A friend brought home an intriguing flyer from Roots Tech. It described a new website, The Family History Guide. I spent a little time working with the site and am pleased to be able to recommend it as one a genealogy researcher might find especially helpful.
This is a site you will use to educate yourself on genealogical research. It will take a little exploration to discover all that it offers. Below is a brief overview of the structure.
After the Home page, the site is divided into five areas: Intro, Projects, Training, Misc. and More. Links to each are always available on the top of each page; hover over the link to get to a specific topic in that area.
Intro serves to introduce you to the site and how it works. In addition, it provides links to well-chosen instructional information for such topics as computer and genealogy basics. Here also is a set of links to articles and videos to help familiarize you with Family Search partners Ancestry, Find My Past, My Heritage, American Ancestors and Geneanet. Remember: anyone can access these databases when in a Family History Center, so you need not have a subscription to use these resources.
Projects is the meat of the site. There are nine project areas: 1) Family Trees, 2) Memories, 3) Descendants, 4) Discover, 5) Indexing, 6) Help, 7) Technology, 8) DNA, 9) Countries and Ethnic.
Information in Family Trees and Memories is specific to sections of FamilySearch.org. Descendants and Discover are oriented towards information to help you research family. Indexing is specific to the FamilySearch.org indexing project, but can also help you learn how to read and transcribe records. The Help project provides advice on getting and giving genealogical help. Technology concentrates on linking to articles and videos that will help you use technology to further your research. The name DNA conveys the focus of this section. Countries & Ethnic provides links to articles and videos specific to research based on geographic area (countries and states of the U.S.), as well as ethnic groups.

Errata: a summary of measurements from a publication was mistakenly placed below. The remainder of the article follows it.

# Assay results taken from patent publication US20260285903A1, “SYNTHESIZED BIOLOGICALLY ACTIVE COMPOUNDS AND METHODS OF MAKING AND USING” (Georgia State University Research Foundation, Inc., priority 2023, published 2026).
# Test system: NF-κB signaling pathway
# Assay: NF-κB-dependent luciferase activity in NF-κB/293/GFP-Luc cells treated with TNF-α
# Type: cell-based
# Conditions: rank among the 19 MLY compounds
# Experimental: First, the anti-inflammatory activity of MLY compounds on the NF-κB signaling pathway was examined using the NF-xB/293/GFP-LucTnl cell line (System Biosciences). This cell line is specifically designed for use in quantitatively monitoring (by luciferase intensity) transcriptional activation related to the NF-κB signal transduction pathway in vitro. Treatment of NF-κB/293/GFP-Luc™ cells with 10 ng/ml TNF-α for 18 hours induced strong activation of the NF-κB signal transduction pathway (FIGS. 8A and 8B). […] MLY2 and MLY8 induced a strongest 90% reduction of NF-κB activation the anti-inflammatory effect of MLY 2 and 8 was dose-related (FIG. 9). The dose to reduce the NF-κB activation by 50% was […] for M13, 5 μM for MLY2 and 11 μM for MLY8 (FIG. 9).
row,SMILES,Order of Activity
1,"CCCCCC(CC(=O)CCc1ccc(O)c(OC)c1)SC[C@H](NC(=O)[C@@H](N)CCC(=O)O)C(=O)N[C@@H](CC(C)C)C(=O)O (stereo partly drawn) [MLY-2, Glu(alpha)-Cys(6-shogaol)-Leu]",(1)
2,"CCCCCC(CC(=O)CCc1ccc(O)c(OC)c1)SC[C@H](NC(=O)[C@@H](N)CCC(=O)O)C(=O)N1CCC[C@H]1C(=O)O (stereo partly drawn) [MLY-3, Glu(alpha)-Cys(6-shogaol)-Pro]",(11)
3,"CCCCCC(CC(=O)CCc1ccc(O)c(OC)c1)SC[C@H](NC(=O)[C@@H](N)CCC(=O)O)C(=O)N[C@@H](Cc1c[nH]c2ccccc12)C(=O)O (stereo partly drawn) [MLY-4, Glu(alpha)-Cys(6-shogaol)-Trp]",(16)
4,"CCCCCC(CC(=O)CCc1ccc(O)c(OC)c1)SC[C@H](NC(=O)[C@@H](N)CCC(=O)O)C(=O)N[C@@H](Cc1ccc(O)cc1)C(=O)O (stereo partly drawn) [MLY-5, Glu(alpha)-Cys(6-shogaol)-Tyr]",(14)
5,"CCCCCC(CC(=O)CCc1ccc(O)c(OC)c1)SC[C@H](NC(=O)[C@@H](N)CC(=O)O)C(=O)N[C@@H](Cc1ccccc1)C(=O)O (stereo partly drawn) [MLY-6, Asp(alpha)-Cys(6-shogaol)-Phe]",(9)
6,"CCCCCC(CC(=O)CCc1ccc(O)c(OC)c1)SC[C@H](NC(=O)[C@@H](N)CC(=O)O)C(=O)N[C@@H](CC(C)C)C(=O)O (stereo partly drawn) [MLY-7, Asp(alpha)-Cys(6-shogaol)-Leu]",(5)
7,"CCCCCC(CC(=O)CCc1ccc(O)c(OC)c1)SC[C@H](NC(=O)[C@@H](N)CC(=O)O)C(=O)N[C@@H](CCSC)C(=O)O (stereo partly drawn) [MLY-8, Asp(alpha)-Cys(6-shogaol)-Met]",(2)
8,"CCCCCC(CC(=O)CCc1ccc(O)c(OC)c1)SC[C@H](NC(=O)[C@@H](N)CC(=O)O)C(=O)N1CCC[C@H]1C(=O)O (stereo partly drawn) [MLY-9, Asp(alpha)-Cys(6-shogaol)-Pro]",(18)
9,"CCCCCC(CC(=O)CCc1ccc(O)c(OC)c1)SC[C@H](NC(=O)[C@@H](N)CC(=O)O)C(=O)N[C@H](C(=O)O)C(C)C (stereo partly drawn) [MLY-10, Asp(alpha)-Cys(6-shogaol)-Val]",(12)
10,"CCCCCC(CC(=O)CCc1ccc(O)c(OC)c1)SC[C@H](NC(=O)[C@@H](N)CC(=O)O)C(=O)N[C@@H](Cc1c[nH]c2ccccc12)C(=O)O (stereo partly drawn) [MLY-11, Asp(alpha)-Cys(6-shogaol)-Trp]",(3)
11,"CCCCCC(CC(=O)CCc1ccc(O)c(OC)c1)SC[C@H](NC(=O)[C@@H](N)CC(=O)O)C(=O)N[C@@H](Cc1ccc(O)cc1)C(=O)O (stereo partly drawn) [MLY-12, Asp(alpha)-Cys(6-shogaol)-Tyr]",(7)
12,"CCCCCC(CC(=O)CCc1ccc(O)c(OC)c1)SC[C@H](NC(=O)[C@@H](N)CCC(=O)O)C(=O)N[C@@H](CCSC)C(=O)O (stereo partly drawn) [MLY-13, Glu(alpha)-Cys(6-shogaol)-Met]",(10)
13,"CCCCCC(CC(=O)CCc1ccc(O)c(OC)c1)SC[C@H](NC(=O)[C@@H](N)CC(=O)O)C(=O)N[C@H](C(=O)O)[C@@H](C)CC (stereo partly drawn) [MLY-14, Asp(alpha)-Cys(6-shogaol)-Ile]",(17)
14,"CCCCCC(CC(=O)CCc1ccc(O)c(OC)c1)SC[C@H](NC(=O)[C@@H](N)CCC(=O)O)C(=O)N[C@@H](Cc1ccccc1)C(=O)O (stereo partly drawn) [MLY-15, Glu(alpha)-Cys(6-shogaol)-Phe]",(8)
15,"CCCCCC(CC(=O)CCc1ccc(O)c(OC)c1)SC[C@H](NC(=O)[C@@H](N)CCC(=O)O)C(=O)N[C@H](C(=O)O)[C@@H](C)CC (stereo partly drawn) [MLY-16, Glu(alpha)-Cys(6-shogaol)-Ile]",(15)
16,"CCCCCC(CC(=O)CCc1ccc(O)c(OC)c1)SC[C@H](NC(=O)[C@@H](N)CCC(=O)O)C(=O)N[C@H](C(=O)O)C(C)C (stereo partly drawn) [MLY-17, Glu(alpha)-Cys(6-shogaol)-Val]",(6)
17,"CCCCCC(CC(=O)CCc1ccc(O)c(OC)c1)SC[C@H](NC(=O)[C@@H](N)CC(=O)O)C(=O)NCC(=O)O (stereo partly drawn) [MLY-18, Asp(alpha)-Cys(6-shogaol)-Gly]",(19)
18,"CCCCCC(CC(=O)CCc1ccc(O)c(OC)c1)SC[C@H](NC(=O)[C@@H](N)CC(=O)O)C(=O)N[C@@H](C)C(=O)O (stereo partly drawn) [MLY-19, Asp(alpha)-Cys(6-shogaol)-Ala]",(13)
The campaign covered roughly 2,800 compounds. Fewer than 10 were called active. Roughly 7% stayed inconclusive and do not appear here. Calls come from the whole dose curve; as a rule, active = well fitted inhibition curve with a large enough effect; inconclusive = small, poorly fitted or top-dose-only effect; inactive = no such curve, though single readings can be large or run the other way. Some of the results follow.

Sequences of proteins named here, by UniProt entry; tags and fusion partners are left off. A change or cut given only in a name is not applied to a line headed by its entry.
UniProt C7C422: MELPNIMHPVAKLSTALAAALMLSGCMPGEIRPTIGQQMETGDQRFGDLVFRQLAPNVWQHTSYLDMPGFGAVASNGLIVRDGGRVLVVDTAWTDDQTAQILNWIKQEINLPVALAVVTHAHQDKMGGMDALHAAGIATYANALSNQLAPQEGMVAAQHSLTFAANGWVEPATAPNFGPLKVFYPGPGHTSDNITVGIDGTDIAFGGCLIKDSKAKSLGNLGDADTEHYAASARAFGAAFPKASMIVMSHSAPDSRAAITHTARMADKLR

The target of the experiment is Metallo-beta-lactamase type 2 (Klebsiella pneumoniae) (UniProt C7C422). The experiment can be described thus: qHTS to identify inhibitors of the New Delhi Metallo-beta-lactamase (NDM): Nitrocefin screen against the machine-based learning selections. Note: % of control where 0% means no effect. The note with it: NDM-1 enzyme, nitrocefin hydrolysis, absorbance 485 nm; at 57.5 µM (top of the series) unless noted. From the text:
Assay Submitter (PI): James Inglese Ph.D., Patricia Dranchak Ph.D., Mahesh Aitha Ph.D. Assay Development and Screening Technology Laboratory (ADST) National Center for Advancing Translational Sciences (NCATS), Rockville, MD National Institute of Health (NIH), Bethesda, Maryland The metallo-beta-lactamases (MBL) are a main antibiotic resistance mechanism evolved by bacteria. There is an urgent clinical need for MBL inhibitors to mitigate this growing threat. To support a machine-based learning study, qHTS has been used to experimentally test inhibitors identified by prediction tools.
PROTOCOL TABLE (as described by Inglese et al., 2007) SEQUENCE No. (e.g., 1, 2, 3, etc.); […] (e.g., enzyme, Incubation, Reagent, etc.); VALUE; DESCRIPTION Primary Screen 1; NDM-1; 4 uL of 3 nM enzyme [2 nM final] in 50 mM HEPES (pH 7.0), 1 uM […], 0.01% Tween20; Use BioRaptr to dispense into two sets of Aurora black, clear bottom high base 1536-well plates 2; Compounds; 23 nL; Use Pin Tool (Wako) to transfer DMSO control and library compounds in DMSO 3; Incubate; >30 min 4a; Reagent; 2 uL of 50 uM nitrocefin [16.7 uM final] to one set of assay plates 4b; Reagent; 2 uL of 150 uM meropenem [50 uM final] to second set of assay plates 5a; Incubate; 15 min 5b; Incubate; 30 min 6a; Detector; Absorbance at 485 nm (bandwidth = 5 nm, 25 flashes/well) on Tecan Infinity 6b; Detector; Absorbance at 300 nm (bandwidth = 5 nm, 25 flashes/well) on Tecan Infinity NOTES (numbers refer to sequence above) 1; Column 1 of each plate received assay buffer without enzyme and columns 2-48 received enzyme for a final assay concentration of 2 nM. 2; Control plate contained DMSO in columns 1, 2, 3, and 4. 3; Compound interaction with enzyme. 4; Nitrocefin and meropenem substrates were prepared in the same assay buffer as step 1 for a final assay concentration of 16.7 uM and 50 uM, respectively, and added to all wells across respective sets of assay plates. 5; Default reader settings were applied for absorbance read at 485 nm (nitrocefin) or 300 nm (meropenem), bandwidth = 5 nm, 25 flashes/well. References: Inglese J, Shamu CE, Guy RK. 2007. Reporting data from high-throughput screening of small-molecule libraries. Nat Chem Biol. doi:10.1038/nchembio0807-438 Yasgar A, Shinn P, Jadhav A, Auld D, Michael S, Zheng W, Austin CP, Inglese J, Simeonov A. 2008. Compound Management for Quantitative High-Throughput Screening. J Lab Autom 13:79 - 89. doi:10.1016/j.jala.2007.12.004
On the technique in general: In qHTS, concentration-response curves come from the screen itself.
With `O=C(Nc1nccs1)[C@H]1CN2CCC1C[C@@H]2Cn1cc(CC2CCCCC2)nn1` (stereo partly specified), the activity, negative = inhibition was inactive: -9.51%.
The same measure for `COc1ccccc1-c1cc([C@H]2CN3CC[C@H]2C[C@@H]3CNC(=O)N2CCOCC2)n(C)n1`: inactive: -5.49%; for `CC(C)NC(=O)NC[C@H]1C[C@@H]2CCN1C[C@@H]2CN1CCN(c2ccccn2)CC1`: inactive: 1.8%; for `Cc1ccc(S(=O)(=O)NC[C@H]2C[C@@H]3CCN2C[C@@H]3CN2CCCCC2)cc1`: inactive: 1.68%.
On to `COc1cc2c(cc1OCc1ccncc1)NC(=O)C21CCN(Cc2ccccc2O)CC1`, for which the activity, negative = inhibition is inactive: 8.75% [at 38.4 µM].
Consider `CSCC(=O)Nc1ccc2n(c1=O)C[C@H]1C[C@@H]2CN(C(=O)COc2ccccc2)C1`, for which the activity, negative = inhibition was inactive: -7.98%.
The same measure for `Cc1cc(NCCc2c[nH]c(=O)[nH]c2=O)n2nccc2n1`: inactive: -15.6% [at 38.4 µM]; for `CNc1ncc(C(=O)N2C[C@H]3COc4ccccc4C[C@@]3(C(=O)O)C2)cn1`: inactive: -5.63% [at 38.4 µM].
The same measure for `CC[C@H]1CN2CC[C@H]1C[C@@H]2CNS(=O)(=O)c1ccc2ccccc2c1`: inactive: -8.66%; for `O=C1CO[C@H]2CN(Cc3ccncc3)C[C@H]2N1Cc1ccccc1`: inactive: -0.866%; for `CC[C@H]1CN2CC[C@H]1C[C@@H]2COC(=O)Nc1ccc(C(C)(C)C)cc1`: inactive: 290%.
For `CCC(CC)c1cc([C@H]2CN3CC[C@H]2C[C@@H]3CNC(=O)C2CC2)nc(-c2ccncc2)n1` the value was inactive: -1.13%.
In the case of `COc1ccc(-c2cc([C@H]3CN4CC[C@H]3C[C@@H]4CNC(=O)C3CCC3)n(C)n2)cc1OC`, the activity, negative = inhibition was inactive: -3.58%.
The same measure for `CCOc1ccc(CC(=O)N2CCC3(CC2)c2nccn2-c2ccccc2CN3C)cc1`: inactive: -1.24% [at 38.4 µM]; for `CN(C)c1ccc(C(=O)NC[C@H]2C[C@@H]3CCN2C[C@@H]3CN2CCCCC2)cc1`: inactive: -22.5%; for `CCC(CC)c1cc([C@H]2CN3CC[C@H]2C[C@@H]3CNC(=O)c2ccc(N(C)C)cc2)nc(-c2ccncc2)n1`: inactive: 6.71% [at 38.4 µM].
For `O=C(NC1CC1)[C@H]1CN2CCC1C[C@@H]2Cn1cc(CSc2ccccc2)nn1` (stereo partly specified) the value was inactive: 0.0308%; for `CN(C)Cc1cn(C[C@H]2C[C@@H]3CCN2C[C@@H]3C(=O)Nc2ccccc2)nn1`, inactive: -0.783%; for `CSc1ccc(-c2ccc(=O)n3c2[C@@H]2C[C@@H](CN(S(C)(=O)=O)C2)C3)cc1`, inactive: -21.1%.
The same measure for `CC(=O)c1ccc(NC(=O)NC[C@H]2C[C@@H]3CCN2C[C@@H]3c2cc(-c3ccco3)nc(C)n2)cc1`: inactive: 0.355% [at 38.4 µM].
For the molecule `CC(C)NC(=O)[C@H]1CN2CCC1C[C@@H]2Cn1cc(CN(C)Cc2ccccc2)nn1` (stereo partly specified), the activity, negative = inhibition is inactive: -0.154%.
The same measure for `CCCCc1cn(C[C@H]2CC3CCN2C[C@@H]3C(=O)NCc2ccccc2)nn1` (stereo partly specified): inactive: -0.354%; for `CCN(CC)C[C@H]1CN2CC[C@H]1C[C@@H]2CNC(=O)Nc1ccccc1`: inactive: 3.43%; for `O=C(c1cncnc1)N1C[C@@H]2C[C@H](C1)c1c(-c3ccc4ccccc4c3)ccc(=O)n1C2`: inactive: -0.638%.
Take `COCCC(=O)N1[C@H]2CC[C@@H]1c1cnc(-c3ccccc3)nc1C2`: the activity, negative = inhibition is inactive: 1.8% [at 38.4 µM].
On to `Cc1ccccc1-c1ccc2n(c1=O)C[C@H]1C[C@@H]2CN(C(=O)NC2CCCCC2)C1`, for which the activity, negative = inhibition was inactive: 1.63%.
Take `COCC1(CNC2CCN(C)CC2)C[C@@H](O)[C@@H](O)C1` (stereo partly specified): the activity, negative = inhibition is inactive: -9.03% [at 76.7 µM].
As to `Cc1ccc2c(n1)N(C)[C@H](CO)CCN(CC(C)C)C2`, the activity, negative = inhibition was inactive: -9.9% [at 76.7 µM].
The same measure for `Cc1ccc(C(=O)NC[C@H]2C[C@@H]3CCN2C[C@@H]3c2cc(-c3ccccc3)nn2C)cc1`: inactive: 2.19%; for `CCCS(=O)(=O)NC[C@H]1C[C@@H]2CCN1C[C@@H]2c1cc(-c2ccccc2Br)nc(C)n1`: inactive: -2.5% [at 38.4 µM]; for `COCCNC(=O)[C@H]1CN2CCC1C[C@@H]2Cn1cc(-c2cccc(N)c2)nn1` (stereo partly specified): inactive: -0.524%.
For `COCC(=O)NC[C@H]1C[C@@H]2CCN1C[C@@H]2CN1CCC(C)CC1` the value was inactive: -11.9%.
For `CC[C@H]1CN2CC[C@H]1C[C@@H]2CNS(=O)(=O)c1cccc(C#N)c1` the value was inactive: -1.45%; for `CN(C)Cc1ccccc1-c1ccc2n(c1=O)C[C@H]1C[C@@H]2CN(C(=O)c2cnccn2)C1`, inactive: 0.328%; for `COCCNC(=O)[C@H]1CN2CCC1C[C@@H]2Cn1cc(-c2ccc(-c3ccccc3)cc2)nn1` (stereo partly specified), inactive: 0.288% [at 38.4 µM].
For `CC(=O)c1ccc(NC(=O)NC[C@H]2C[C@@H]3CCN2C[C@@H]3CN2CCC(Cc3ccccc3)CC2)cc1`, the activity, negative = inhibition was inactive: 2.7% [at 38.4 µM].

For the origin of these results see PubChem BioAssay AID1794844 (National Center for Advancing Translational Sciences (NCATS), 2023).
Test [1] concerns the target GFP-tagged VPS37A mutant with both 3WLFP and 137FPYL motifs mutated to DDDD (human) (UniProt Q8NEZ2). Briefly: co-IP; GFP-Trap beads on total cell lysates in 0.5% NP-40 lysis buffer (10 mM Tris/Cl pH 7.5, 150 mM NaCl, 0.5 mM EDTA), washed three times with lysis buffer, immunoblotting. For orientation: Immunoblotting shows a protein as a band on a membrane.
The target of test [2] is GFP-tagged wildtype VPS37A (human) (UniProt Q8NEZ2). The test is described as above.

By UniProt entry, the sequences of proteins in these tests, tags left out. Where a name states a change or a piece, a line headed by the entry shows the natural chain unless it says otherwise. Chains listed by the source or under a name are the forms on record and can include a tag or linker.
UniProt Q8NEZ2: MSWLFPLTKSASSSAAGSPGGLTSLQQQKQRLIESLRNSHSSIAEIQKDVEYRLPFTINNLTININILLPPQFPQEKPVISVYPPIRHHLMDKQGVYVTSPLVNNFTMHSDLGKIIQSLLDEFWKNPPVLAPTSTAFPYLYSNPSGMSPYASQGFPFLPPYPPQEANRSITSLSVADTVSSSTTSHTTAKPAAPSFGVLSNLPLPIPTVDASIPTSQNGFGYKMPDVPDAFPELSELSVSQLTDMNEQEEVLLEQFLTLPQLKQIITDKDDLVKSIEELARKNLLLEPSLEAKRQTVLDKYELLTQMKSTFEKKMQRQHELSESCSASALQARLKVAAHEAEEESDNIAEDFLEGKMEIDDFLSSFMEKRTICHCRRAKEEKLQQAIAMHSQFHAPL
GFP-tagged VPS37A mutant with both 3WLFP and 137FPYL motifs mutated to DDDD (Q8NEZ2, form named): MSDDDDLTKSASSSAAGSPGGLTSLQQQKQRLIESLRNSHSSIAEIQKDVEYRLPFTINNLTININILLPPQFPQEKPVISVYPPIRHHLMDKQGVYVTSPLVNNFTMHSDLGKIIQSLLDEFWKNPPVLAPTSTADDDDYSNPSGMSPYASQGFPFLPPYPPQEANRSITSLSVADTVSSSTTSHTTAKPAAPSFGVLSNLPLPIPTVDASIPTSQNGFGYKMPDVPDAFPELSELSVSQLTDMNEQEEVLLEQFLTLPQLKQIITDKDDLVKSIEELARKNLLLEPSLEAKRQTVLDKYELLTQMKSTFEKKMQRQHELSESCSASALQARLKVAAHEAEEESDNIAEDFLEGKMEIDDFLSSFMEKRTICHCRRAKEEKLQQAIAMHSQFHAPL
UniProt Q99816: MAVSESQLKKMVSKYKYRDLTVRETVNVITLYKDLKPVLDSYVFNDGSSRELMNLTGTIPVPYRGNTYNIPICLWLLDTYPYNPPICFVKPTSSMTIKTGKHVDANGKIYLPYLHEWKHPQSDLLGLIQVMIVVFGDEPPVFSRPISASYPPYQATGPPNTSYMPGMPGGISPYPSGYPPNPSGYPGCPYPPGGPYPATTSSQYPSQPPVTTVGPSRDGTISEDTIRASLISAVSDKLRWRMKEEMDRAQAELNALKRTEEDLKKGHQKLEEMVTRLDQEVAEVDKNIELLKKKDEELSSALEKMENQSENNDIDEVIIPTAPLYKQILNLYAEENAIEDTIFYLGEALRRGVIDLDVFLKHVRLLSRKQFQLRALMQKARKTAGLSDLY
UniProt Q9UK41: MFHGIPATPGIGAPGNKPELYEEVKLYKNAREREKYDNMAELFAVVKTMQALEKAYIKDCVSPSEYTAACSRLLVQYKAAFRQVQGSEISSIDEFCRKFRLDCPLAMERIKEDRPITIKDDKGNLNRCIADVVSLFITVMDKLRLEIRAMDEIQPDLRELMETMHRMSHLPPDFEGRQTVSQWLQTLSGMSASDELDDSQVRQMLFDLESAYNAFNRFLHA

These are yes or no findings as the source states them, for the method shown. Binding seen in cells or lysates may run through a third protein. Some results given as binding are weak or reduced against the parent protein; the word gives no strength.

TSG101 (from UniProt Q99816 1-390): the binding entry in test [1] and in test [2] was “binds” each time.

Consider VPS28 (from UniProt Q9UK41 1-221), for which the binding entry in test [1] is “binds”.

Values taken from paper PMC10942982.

Training presents information that will help you make use of the site to teach and train others in family research skills.
Miscellaneous includes a valuable resource called the Vault. Articles and videos included in the Vault supplement those in the various projects. They are “secondary”– not as helpful as the ones given within the project itself, but still useful. Before you use the vault, take a moment to click the “Legend” link; that provides the key to the abbreviations. Also in this section are tools to help you track what you’ve covered.
The More section contains links to a newsletter, comments about the site, contact information and other information that might be useful to users.
You will want to bookmark this site so you can go back to whenever you realize you need education in a topic. It assumes you are willing to take the time to read an article or watch a video in order to further your research skills. It that describes you, then this is a site you will often put to good use.